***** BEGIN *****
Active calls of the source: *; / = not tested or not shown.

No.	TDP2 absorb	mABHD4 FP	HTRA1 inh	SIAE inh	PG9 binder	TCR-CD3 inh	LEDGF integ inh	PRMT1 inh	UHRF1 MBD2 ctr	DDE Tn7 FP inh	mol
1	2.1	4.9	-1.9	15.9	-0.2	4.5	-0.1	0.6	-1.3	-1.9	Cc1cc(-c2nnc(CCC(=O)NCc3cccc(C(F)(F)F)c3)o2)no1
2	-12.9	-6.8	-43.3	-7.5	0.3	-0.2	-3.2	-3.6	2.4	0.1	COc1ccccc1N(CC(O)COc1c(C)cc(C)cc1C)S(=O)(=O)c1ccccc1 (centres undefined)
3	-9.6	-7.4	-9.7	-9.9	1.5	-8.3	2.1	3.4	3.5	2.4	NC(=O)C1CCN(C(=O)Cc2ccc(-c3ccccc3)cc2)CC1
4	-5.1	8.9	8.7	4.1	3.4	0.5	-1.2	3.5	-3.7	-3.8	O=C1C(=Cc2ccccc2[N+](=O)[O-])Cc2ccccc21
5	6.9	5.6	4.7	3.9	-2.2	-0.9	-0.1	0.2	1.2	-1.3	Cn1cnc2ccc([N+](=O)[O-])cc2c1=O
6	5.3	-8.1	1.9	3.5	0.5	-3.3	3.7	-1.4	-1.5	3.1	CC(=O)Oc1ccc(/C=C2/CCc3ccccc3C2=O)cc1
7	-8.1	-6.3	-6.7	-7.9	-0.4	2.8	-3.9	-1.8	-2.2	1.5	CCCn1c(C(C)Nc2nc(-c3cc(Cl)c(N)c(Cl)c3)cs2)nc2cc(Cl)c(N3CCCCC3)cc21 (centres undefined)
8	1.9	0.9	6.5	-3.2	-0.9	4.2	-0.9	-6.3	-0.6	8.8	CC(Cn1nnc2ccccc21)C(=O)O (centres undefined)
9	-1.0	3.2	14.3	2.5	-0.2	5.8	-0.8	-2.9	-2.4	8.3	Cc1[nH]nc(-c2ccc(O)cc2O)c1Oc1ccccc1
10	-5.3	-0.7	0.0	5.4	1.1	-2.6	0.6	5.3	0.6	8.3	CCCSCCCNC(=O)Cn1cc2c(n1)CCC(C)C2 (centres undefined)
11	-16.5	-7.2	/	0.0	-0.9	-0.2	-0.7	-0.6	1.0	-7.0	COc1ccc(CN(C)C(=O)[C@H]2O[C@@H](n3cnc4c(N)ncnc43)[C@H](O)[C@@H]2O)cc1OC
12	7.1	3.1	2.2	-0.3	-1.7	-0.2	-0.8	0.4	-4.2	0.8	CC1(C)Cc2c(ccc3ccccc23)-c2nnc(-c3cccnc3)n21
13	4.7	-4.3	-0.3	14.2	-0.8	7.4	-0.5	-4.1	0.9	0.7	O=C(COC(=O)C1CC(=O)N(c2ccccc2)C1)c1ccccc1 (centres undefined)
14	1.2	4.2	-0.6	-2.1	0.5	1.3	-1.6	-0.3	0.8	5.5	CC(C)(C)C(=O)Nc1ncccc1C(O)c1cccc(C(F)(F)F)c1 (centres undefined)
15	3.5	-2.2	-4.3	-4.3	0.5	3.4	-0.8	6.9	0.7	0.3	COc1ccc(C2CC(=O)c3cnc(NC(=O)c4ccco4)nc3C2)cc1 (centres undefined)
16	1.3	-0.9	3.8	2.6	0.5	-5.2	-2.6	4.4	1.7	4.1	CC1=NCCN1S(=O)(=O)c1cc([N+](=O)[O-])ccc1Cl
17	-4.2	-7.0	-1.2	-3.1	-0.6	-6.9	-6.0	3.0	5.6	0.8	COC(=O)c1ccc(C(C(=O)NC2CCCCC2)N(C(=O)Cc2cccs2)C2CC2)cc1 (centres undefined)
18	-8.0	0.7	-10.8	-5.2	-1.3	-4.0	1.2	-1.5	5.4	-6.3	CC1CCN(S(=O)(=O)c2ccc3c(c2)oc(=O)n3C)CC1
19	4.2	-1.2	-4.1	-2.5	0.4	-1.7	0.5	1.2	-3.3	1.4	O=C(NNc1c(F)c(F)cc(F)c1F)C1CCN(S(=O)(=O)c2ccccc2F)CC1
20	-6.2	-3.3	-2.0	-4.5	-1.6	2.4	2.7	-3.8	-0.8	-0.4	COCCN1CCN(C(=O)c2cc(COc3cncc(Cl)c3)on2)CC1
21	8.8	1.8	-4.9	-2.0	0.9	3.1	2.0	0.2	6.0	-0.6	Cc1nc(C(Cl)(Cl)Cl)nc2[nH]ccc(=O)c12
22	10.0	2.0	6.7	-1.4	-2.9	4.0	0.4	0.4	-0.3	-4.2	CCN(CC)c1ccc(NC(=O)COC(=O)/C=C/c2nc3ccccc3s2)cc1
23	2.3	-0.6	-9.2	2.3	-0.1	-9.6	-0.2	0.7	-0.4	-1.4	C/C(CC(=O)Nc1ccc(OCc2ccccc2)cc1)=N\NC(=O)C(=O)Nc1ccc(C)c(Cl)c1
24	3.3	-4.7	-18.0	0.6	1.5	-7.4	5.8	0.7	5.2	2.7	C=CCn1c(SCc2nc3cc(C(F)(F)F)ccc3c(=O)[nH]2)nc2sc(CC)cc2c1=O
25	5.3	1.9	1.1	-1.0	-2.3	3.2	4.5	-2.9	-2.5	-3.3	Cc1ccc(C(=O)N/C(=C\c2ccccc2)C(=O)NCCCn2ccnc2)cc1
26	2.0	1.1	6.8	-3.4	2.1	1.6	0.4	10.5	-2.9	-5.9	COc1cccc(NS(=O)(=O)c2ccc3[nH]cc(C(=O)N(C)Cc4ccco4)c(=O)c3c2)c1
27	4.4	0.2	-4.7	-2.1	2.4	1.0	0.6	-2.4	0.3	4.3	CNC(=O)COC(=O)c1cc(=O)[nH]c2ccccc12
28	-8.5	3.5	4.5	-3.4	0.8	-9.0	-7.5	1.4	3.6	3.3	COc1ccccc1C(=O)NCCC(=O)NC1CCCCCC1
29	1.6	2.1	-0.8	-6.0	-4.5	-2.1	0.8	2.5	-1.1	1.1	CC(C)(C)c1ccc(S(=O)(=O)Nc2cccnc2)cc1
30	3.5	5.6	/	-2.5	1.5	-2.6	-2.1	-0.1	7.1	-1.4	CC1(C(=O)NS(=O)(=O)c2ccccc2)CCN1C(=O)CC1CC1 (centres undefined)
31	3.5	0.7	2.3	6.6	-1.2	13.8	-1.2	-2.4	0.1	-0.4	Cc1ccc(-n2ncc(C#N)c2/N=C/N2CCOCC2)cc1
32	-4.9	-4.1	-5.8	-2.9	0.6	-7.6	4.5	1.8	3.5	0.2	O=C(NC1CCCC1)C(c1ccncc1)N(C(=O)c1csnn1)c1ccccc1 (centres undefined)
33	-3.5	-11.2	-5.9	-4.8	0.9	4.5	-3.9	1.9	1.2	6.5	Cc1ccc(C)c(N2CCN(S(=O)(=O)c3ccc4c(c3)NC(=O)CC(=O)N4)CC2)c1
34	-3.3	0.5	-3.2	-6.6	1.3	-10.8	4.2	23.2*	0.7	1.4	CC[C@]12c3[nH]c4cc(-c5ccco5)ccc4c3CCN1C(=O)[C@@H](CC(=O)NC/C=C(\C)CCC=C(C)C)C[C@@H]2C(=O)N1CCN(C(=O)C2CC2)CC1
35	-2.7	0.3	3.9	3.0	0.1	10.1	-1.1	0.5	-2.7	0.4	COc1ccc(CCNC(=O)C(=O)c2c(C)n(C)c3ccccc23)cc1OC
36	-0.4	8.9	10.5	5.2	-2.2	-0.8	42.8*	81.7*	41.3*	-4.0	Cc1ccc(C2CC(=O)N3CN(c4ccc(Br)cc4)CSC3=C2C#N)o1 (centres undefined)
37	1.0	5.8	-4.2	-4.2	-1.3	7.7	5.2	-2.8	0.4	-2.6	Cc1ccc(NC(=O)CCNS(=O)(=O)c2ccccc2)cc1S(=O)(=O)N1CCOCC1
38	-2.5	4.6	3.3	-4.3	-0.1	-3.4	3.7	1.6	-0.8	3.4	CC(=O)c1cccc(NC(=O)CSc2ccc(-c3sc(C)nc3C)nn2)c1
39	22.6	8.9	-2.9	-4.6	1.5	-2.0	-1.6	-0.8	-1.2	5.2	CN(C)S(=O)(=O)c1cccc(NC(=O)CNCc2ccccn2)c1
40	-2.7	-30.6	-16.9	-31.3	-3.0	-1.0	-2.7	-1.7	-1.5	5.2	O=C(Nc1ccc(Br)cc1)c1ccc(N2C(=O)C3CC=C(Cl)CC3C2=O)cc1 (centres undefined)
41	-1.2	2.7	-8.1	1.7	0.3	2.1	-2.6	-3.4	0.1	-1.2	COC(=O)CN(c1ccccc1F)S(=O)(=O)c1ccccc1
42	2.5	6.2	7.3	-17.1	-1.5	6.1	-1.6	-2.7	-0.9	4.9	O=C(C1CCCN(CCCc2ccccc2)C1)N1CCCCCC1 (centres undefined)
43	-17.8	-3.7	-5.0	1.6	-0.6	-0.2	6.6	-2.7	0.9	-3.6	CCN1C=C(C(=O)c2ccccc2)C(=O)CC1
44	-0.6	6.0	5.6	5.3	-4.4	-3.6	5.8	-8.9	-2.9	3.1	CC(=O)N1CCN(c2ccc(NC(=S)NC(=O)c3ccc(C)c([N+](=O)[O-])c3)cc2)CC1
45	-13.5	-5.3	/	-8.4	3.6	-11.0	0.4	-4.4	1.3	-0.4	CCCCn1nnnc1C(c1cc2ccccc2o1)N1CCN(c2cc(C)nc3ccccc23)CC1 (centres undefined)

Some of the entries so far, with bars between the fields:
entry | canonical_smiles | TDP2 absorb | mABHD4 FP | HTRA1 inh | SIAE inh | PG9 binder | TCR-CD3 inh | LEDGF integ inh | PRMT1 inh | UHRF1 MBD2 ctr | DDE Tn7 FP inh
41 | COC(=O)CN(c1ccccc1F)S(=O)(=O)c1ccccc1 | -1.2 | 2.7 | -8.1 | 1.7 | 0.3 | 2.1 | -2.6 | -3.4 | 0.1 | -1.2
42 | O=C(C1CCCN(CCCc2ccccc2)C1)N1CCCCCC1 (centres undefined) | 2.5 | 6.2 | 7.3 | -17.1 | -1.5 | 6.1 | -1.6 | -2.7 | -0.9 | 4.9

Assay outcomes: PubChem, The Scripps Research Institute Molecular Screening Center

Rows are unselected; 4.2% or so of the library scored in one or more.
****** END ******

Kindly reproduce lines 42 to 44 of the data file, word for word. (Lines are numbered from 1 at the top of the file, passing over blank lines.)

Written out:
40	-2.7	-30.6	-16.9	-31.3	-3.0	-1.0	-2.7	-1.7	-1.5	5.2	O=C(Nc1ccc(Br)cc1)c1ccc(N2C(=O)C3CC=C(Cl)CC3C2=O)cc1 (centres undefined)
41	-1.2	2.7	-8.1	1.7	0.3	2.1	-2.6	-3.4	0.1	-1.2	COC(=O)CN(c1ccccc1F)S(=O)(=O)c1ccccc1
42	2.5	6.2	7.3	-17.1	-1.5	6.1	-1.6	-2.7	-0.9	4.9	O=C(C1CCCN(CCCc2ccccc2)C1)N1CCCCCC1 (centres undefined)